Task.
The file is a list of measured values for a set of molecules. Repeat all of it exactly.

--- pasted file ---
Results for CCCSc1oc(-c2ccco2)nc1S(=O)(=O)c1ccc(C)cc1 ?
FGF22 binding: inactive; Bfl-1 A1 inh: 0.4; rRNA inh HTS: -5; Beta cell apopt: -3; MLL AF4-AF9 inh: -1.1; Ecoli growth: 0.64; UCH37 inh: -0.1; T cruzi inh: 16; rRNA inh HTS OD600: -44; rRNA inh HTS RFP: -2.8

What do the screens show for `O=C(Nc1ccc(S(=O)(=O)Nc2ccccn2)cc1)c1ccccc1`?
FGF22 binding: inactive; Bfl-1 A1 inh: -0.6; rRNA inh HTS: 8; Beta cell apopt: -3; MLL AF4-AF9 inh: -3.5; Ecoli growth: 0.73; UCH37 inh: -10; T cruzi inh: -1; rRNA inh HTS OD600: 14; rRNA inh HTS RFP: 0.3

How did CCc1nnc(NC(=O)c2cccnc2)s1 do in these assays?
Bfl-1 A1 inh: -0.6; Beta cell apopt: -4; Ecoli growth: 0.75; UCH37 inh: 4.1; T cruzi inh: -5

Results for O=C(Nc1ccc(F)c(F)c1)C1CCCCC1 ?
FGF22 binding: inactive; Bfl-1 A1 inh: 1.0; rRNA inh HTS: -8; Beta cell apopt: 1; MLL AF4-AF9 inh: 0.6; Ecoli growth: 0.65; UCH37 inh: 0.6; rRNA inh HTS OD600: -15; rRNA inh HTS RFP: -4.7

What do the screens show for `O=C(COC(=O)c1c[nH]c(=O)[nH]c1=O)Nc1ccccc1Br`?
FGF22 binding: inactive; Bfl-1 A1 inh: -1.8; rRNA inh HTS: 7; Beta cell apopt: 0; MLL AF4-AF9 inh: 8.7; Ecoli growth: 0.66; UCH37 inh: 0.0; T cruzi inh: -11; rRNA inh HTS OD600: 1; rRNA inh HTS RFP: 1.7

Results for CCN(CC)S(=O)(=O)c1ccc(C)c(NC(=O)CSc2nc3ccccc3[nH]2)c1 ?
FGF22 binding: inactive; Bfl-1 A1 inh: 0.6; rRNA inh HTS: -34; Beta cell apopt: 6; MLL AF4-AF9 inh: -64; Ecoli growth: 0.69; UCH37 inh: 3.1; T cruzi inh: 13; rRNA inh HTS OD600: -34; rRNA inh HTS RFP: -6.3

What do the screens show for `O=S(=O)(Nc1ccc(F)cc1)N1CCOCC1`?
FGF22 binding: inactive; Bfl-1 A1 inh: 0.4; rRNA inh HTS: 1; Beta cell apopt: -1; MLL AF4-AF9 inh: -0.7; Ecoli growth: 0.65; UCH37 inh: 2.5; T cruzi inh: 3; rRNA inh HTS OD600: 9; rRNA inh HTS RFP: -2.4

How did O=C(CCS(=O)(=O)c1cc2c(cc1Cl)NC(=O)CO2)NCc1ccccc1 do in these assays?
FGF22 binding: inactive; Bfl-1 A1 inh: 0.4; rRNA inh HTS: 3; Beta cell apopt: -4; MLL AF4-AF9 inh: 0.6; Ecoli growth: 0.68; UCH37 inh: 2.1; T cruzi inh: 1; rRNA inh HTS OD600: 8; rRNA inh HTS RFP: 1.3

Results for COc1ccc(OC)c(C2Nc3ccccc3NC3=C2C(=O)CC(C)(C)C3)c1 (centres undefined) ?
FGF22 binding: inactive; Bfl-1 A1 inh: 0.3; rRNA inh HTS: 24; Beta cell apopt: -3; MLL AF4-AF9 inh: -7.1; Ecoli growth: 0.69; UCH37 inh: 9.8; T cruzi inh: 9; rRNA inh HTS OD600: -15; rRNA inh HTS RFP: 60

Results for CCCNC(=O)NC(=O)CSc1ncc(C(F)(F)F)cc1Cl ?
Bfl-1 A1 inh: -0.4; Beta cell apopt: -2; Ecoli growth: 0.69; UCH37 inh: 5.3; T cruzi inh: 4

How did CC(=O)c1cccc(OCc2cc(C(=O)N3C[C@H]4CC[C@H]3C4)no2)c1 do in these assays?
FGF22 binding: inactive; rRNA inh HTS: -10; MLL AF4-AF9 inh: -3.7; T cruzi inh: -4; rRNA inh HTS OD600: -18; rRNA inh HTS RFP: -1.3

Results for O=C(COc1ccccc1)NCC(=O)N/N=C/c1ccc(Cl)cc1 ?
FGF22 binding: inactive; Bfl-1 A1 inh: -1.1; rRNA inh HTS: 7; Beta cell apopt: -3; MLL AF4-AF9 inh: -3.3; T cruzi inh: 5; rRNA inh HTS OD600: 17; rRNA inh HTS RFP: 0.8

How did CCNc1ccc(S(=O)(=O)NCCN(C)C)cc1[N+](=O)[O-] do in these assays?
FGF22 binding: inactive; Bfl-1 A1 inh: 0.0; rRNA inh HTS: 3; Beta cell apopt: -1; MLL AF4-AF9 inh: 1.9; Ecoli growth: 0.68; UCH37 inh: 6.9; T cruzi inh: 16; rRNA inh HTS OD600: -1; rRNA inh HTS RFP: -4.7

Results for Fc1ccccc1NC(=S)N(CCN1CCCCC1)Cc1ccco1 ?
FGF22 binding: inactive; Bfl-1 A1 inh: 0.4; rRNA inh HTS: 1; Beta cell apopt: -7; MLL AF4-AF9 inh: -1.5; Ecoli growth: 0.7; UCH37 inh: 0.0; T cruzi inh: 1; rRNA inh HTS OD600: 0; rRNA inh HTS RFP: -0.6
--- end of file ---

Results for CCCSc1oc(-c2ccco2)nc1S(=O)(=O)c1ccc(C)cc1 ?
FGF22 binding: inactive; Bfl-1 A1 inh: 0.4; rRNA inh HTS: -5; Beta cell apopt: -3; MLL AF4-AF9 inh: -1.1; Ecoli growth: 0.64; UCH37 inh: -0.1; T cruzi inh: 16; rRNA inh HTS OD600: -44; rRNA inh HTS RFP: -2.8

What do the screens show for `O=C(Nc1ccc(S(=O)(=O)Nc2ccccn2)cc1)c1ccccc1`?
FGF22 binding: inactive; Bfl-1 A1 inh: -0.6; rRNA inh HTS: 8; Beta cell apopt: -3; MLL AF4-AF9 inh: -3.5; Ecoli growth: 0.73; UCH37 inh: -10; T cruzi inh: -1; rRNA inh HTS OD600: 14; rRNA inh HTS RFP: 0.3

How did CCc1nnc(NC(=O)c2cccnc2)s1 do in these assays?
Bfl-1 A1 inh: -0.6; Beta cell apopt: -4; Ecoli growth: 0.75; UCH37 inh: 4.1; T cruzi inh: -5

Results for O=C(Nc1ccc(F)c(F)c1)C1CCCCC1 ?
FGF22 binding: inactive; Bfl-1 A1 inh: 1.0; rRNA inh HTS: -8; Beta cell apopt: 1; MLL AF4-AF9 inh: 0.6; Ecoli growth: 0.65; UCH37 inh: 0.6; rRNA inh HTS OD600: -15; rRNA inh HTS RFP: -4.7

What do the screens show for `O=C(COC(=O)c1c[nH]c(=O)[nH]c1=O)Nc1ccccc1Br`?
FGF22 binding: inactive; Bfl-1 A1 inh: -1.8; rRNA inh HTS: 7; Beta cell apopt: 0; MLL AF4-AF9 inh: 8.7; Ecoli growth: 0.66; UCH37 inh: 0.0; T cruzi inh: -11; rRNA inh HTS OD600: 1; rRNA inh HTS RFP: 1.7

Results for CCN(CC)S(=O)(=O)c1ccc(C)c(NC(=O)CSc2nc3ccccc3[nH]2)c1 ?
FGF22 binding: inactive; Bfl-1 A1 inh: 0.6; rRNA inh HTS: -34; Beta cell apopt: 6; MLL AF4-AF9 inh: -64; Ecoli growth: 0.69; UCH37 inh: 3.1; T cruzi inh: 13; rRNA inh HTS OD600: -34; rRNA inh HTS RFP: -6.3

What do the screens show for `O=S(=O)(Nc1ccc(F)cc1)N1CCOCC1`?
FGF22 binding: inactive; Bfl-1 A1 inh: 0.4; rRNA inh HTS: 1; Beta cell apopt: -1; MLL AF4-AF9 inh: -0.7; Ecoli growth: 0.65; UCH37 inh: 2.5; T cruzi inh: 3; rRNA inh HTS OD600: 9; rRNA inh HTS RFP: -2.4

How did O=C(CCS(=O)(=O)c1cc2c(cc1Cl)NC(=O)CO2)NCc1ccccc1 do in these assays?
FGF22 binding: inactive; Bfl-1 A1 inh: 0.4; rRNA inh HTS: 3; Beta cell apopt: -4; MLL AF4-AF9 inh: 0.6; Ecoli growth: 0.68; UCH37 inh: 2.1; T cruzi inh: 1; rRNA inh HTS OD600: 8; rRNA inh HTS RFP: 1.3

Results for COc1ccc(OC)c(C2Nc3ccccc3NC3=C2C(=O)CC(C)(C)C3)c1 (centres undefined) ?
FGF22 binding: inactive; Bfl-1 A1 inh: 0.3; rRNA inh HTS: 24; Beta cell apopt: -3; MLL AF4-AF9 inh: -7.1; Ecoli growth: 0.69; UCH37 inh: 9.8; T cruzi inh: 9; rRNA inh HTS OD600: -15; rRNA inh HTS RFP: 60

Results for CCCNC(=O)NC(=O)CSc1ncc(C(F)(F)F)cc1Cl ?
Bfl-1 A1 inh: -0.4; Beta cell apopt: -2; Ecoli growth: 0.69; UCH37 inh: 5.3; T cruzi inh: 4

How did CC(=O)c1cccc(OCc2cc(C(=O)N3C[C@H]4CC[C@H]3C4)no2)c1 do in these assays?
FGF22 binding: inactive; rRNA inh HTS: -10; MLL AF4-AF9 inh: -3.7; T cruzi inh: -4; rRNA inh HTS OD600: -18; rRNA inh HTS RFP: -1.3

Results for O=C(COc1ccccc1)NCC(=O)N/N=C/c1ccc(Cl)cc1 ?
FGF22 binding: inactive; Bfl-1 A1 inh: -1.1; rRNA inh HTS: 7; Beta cell apopt: -3; MLL AF4-AF9 inh: -3.3; T cruzi inh: 5; rRNA inh HTS OD600: 17; rRNA inh HTS RFP: 0.8

How did CCNc1ccc(S(=O)(=O)NCCN(C)C)cc1[N+](=O)[O-] do in these assays?
FGF22 binding: inactive; Bfl-1 A1 inh: 0.0; rRNA inh HTS: 3; Beta cell apopt: -1; MLL AF4-AF9 inh: 1.9; Ecoli growth: 0.68; UCH37 inh: 6.9; T cruzi inh: 16; rRNA inh HTS OD600: -1; rRNA inh HTS RFP: -4.7

Results for Fc1ccccc1NC(=S)N(CCN1CCCCC1)Cc1ccco1 ?
FGF22 binding: inactive; Bfl-1 A1 inh: 0.4; rRNA inh HTS: 1; Beta cell apopt: -7; MLL AF4-AF9 inh: -1.5; Ecoli growth: 0.7; UCH37 inh: 0.0; T cruzi inh: 1; rRNA inh HTS OD600: 0; rRNA inh HTS RFP: -0.6